Jan. 12, 2007— -- Katherine Flansburg met her boyfriend through PlentyOfFish.com, a free online dating site. Several months later, they moved in together. Everything seemed to be going well until one morning when they were woken up by a loud banging on the door.
Flansburg, 26, a real estate agent in Santa Clarita, Calif., was shocked to discover that their unexpected guest was her boyfriend's wife. Moments later, a fuming Flansburg rummaged through her boyfriend's desk drawers and found recently filed paperwork for a legal marriage separation, as well as an IRS earnings statement that showed her boyfriend's salary was only one-quarter as much money as he'd told her.
"He was a piece of work," she recalled.
As long as people have been dating, there have been tales of liars, cheats and thieves. In the Internet age, with the anonymity offered by e-mail, and with people blogging about their bad experiences, it seems like there are more examples of nefarious behavior than ever.
In the pre-Internet days, if a woman wanted to find out about her beau's background, or if a man wanted to make sure his new girlfriend wasn't a gold digger, they would have to hire a private investigator, an expensive and time-consuming process. But 21st century daters have new tools that give them easy, inexpensive access to outlets through which they can run background checks on potential mates by tapping into databases and computerized records.
Flansburg was just one of 16 million Americans who have logged on for love, according to a 2006 survey by the Pew Internet and American Life Project. If she had run a background check on her boyfriend before they moved in together and gotten serious, Flansburg may have found out that he was still married or that he'd lied about his earnings. More and more online daters are doing background checks, and some are discovering lies about their mate's age, education, employment and ownership.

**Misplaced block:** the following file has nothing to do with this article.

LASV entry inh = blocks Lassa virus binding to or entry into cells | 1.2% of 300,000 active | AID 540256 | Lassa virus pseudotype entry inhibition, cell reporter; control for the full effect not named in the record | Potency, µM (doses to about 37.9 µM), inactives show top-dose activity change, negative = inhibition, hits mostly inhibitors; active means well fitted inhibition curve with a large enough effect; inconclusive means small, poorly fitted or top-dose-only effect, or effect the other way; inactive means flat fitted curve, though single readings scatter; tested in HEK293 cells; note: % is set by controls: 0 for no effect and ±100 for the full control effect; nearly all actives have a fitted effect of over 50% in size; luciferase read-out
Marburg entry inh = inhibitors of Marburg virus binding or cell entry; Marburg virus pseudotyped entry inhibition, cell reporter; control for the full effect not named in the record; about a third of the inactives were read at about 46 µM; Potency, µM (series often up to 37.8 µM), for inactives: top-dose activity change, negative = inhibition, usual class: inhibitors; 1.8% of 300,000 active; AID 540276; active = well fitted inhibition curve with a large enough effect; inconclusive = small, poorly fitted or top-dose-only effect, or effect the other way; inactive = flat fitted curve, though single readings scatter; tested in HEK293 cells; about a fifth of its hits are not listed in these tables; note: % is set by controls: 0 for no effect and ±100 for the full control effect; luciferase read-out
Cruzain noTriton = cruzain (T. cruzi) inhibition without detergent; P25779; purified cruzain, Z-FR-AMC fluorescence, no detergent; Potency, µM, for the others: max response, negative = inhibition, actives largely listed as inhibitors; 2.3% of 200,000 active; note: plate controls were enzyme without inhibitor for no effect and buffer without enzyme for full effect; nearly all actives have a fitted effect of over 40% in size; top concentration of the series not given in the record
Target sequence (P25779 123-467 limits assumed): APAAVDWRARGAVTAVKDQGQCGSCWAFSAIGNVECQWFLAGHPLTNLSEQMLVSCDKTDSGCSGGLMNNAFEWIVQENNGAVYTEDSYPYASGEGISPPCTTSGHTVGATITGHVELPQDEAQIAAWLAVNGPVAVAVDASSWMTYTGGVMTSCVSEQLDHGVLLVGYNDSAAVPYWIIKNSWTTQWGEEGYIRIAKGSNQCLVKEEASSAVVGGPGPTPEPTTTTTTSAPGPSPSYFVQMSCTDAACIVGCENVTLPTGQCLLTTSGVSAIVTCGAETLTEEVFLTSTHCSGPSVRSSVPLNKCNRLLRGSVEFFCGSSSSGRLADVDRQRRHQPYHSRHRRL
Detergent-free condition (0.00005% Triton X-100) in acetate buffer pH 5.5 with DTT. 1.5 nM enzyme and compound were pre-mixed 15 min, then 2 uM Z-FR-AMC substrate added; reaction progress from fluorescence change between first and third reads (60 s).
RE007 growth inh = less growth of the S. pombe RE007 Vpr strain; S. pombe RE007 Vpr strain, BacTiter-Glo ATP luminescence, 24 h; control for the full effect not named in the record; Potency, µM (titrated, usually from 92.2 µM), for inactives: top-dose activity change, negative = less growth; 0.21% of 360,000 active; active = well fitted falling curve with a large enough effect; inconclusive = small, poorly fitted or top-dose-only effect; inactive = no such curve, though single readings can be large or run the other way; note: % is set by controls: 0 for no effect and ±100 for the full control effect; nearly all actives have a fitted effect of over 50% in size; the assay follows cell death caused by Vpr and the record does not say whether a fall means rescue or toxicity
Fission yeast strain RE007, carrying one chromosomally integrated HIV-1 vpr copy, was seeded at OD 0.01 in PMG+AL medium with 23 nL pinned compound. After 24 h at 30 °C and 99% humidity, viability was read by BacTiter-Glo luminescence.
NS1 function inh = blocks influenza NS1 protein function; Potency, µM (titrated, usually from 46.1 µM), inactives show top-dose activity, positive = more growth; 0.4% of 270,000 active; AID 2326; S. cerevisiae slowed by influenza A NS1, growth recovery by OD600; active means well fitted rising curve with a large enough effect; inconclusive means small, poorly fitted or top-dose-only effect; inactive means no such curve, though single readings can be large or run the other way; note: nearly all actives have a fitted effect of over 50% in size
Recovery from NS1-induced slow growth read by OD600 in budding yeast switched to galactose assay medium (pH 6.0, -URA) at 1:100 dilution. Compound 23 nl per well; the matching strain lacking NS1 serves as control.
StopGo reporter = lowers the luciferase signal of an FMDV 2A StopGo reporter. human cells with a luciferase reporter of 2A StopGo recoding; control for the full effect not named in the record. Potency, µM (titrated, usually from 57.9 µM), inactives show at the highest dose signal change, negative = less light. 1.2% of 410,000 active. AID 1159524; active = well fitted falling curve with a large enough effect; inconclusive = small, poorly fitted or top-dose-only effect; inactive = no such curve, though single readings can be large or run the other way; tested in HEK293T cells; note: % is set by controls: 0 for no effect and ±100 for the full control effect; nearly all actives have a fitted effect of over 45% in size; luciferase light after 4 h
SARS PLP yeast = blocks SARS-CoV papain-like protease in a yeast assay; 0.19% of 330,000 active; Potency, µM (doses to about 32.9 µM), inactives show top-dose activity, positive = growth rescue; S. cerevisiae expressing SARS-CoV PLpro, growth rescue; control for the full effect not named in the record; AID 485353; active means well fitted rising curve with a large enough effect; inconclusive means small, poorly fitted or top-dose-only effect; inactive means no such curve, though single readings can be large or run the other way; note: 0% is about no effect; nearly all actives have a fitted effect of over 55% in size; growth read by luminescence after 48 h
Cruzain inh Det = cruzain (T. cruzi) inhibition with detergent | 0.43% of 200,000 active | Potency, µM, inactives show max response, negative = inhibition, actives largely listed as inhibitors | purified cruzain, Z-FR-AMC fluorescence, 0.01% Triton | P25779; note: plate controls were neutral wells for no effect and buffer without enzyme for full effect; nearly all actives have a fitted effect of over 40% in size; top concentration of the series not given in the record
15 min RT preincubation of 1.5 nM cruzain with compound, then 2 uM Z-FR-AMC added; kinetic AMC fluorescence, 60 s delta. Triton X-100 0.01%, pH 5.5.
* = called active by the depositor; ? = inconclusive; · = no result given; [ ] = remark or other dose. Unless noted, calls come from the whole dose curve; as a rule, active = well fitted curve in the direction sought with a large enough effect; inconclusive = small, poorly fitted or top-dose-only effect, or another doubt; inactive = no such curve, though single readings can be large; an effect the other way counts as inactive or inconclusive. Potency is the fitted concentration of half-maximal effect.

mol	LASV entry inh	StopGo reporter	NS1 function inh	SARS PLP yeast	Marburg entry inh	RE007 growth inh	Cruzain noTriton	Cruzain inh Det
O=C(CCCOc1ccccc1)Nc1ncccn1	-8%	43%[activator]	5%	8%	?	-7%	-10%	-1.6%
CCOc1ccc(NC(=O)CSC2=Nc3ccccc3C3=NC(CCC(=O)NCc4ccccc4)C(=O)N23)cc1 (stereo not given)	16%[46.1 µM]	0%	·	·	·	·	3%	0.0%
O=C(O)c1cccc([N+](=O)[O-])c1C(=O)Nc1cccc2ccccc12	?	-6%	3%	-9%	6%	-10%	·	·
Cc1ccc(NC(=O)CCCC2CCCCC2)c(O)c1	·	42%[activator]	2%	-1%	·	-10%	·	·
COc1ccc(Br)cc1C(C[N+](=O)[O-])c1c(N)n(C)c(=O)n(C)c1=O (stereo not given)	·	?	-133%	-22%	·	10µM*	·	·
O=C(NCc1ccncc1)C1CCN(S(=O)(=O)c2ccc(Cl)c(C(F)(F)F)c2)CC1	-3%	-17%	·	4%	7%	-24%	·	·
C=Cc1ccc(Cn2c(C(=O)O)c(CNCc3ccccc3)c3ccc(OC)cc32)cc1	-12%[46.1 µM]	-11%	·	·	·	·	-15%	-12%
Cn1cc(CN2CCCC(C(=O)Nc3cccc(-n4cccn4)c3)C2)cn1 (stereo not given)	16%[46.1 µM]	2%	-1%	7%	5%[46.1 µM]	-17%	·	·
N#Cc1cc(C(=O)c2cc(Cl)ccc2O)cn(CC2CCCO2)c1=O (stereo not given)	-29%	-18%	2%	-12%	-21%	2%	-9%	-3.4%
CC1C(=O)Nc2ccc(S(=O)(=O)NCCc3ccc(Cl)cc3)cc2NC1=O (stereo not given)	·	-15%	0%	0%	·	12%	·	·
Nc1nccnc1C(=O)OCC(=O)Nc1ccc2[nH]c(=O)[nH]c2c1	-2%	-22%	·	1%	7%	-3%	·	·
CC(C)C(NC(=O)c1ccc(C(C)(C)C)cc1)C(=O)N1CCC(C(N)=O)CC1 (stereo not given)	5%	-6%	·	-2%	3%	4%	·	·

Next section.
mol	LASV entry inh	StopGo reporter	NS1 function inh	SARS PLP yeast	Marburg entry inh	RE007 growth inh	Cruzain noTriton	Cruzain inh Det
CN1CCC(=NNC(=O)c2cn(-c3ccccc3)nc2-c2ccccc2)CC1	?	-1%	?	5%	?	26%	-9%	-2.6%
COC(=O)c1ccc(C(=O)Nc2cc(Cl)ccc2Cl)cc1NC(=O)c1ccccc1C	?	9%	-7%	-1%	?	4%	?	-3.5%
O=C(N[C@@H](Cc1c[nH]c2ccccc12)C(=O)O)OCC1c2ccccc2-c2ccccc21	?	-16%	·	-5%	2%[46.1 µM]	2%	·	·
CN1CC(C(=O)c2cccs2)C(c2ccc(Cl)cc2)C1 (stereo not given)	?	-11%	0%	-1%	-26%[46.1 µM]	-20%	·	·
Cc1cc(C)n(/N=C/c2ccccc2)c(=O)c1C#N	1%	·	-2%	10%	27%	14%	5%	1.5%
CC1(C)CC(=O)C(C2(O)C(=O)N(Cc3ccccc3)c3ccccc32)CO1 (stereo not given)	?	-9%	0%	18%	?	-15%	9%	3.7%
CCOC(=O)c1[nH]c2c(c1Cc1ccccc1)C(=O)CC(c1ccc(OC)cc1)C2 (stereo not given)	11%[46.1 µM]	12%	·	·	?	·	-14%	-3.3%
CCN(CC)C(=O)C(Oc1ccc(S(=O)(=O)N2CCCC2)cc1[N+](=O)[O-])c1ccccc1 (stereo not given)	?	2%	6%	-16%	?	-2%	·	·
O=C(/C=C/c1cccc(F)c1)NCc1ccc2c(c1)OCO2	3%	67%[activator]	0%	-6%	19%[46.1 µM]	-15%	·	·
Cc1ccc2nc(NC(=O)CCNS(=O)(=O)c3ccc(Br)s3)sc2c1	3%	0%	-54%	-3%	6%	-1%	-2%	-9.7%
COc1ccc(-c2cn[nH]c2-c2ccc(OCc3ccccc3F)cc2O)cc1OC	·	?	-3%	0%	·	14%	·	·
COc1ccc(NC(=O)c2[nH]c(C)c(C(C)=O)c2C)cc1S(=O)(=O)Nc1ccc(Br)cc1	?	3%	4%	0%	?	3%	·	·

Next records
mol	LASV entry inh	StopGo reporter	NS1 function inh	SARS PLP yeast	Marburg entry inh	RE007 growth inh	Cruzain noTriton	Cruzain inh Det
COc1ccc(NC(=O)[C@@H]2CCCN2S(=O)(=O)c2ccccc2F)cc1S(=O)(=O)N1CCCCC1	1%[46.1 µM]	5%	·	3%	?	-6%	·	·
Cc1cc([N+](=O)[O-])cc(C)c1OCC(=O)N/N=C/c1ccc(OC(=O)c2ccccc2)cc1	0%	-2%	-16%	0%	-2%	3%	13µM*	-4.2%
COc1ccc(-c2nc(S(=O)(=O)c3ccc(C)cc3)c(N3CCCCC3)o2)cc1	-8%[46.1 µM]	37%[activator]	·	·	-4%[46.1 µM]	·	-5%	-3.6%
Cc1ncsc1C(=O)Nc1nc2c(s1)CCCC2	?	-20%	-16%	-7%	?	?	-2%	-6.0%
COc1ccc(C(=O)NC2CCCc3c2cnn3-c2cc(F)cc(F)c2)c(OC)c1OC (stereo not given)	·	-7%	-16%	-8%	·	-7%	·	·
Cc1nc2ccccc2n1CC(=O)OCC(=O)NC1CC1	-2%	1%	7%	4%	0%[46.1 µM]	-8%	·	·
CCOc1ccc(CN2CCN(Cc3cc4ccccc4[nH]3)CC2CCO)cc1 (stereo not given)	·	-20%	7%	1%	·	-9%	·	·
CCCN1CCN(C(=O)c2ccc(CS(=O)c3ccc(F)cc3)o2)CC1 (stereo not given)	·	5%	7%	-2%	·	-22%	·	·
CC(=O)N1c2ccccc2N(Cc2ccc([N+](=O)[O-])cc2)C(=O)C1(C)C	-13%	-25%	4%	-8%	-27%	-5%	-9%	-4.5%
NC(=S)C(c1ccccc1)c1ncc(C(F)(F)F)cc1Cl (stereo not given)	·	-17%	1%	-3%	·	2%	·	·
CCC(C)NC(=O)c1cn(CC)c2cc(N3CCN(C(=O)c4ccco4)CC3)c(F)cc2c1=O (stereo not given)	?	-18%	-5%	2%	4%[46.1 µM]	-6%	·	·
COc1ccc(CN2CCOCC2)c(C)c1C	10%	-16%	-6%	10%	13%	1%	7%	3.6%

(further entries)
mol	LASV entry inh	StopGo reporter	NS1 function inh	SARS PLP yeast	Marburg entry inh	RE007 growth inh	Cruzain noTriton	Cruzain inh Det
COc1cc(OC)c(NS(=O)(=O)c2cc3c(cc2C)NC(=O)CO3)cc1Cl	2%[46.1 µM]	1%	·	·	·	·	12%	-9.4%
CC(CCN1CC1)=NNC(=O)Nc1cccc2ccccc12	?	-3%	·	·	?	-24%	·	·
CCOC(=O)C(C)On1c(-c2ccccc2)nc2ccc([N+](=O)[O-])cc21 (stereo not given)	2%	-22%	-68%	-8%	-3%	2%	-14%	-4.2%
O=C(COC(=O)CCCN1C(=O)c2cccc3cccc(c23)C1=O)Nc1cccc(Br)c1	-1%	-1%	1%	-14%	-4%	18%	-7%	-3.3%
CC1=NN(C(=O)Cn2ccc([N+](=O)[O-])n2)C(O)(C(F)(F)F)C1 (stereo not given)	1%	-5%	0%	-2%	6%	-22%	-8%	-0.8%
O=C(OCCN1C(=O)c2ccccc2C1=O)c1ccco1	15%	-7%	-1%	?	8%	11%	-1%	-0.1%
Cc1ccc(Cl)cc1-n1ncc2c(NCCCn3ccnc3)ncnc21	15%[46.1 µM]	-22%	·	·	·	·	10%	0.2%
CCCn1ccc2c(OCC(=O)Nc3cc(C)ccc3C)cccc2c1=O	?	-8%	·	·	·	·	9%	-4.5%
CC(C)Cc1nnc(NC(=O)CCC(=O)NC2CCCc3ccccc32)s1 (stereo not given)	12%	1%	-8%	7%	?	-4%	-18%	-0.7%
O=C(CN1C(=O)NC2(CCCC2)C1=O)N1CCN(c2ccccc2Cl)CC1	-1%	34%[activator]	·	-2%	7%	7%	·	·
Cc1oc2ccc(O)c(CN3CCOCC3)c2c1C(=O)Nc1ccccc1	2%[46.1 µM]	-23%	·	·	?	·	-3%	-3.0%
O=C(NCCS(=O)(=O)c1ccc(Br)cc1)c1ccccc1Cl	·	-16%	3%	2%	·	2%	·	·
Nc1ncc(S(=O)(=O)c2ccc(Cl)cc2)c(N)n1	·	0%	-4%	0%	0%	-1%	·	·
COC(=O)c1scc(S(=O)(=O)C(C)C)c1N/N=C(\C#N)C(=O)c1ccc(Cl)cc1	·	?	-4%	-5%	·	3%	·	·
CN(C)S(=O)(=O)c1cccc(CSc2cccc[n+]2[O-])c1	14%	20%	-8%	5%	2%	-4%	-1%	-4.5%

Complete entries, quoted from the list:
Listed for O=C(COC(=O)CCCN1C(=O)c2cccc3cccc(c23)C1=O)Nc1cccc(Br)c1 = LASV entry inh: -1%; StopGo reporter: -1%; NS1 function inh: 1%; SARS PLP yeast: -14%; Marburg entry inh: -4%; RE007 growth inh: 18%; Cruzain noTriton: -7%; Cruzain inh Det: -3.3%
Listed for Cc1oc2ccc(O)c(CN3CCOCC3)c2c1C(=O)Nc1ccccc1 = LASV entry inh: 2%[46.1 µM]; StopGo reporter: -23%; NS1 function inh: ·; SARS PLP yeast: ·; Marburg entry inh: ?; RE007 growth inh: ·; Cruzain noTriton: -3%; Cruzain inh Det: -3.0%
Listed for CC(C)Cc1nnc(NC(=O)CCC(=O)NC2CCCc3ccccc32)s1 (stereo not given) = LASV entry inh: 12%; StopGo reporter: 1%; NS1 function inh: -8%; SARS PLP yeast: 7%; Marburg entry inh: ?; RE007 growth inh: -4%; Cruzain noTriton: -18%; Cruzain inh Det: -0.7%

The Los Angeles-based Corra Group, for example, used to specialize in employment background checks. But recently it launched a separate Web site for dating-related searches.
By signing up online for as little as $39, along with the name and birth date of a significant other, you can get information about a person's address history, property ownership, as well as any bankruptcy claims, civil judgments or aliases. For $20 more, the search includes criminal records, and an $89 fee gets you a nationwide federal crime search.
Co-founder Gordon Basichis, 59, has 20 years of investigatiive experience and says that requests for background checks are on the rise, especially around Valentine's Day. While about 75 percent of his clientele is female -- largely professionals in their mid-30s to 50s -- the Corra Group also receives nearly 25 percent of its dating-related inquiries from men. "If they met someone online, they just want to know -- 'who is this person?'" Basichis says. "People want to know if someone's full of it."
Many of his calls come from single moms who want to find out if their suitor has a sexual predator history. Other times, it's as basic as verifying a person's profession. And the information rolls in quickly. The company typically turns around a background check in one day.